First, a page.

In a thought-provoking 2001 Annual Convention forum, "APA presidents predict values for the future of psychology," APA leaders shared their hopes for a more diverse but united psychology:
Norine G. Johnson, PhD
APA's current president said that in a country where the top killers are cancer, heart disease and mood disorders, "psychological science is seen as critical to health care and understanding health conditions. We need to partner with the policy-makers and managed care to enact policy change."
Philip G. Zimbardo, PhD
APA's president-elect lauded recent forays into interdisciplinary areas, such as cultural psychology, spirituality, conflict resolution and poverty, and called for more open-mindedness. "We must open ourselves to groups that never existed before," he said. Change "will make our discipline that more exciting. How will psychology change by 2020, when 70 percent of psychologists are women?"
Dorothy W. Cantor, PsyD
APA's 1996 president voiced her hope that future leadership will reflect the female majority while "the male point of view remains on board." Collaboration of any kind--of practitioners against managed care, of scientists and practitioners, of minority and underrepresented psychologists--protects APA from "becoming irrelevant by the end of the next century," she said.
Bonnie Strickland, PhD
APA's 1987 president said psychologists should look to the past to secure the field's future. She spoke not about change, but rather that "those simple values that served us well in the past and the present will keep us vibrant." She warned against "modern values of consumerism, achievement, power, tenure and full practice." Psychologists should never lose sight, she said, "of the key values that bind us to the family of humankind and help us build a more just and peaceful world."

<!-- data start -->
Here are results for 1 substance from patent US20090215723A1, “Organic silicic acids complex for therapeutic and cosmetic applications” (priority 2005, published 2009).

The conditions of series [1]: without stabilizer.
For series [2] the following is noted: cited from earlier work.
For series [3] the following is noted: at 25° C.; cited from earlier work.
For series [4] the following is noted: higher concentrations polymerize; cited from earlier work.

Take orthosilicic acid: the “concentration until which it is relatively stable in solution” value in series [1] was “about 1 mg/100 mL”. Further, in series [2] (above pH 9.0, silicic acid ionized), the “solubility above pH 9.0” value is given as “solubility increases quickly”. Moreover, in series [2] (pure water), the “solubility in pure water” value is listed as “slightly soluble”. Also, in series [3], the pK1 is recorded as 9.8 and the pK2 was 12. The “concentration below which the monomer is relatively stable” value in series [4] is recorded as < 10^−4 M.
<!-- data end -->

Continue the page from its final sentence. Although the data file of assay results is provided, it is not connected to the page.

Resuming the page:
Raymond D. Fowler, PhD
APA's current chief executive officer and 1988 president highlighted the globalization of psychology as "essential to future careers and advancements in our field." He called upon APA "as the oldest, largest and strongest association to promote psychology where it can and to build into curricula the importance of understanding the international scene."
Jack Wiggins, PhD
APA's 1992 president also emphasized psychology's need to reach out and help others. "Advocacy, service and sharing society's common experience," he said, is key to securing "our future as a science and a profession."
Pat DeLeon, PhD
President in 2000, DeLeon stated his belief that "psychologists have a commitment to give away their time and expertise, not only during therapy."
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